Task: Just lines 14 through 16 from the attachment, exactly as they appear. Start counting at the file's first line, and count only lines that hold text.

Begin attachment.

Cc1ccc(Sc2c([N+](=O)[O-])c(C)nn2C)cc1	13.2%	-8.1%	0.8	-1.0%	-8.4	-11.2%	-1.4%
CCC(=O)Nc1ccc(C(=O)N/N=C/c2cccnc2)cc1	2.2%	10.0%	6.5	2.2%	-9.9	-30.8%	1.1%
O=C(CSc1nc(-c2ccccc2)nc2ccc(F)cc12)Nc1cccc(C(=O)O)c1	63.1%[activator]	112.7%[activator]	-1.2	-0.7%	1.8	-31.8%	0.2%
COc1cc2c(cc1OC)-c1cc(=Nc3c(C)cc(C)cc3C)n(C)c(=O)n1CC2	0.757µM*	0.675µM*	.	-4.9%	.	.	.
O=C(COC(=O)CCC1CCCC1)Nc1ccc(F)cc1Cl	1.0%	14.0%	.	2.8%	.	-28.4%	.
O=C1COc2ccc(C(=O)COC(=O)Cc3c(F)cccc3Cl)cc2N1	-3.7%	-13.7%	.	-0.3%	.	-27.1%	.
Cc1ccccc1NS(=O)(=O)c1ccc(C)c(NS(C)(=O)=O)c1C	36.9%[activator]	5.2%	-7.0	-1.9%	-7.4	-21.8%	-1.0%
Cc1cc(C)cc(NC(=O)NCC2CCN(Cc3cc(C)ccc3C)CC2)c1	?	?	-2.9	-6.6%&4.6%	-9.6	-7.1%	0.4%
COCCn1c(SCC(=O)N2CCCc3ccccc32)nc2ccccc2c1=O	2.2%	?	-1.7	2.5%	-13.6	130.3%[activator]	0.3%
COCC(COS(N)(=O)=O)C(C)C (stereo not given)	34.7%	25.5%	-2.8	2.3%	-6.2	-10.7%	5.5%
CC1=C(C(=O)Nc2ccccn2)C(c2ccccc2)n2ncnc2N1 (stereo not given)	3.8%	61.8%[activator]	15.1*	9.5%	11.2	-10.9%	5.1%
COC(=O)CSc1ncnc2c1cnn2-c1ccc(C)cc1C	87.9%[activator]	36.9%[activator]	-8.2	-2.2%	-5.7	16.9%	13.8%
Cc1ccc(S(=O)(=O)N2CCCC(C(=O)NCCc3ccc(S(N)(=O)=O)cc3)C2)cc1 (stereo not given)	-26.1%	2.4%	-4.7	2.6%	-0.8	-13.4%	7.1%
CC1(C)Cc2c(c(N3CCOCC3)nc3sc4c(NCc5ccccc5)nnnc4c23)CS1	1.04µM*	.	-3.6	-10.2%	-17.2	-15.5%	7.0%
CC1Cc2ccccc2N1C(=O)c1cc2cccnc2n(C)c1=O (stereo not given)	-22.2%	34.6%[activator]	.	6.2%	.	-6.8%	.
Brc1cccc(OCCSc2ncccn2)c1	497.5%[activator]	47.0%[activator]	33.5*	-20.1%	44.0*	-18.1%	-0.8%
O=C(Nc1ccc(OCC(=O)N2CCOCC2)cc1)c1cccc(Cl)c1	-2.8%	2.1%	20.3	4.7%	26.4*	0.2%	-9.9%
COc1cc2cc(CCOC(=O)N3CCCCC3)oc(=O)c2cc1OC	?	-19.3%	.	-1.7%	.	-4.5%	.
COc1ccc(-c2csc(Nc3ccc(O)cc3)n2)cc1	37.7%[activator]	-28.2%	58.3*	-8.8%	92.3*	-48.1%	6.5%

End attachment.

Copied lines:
CC1(C)Cc2c(c(N3CCOCC3)nc3sc4c(NCc5ccccc5)nnnc4c23)CS1	1.04µM*	.	-3.6	-10.2%	-17.2	-15.5%	7.0%
CC1Cc2ccccc2N1C(=O)c1cc2cccnc2n(C)c1=O (stereo not given)	-22.2%	34.6%[activator]	.	6.2%	.	-6.8%	.
Brc1cccc(OCCSc2ncccn2)c1	497.5%[activator]	47.0%[activator]	33.5*	-20.1%	44.0*	-18.1%	-0.8%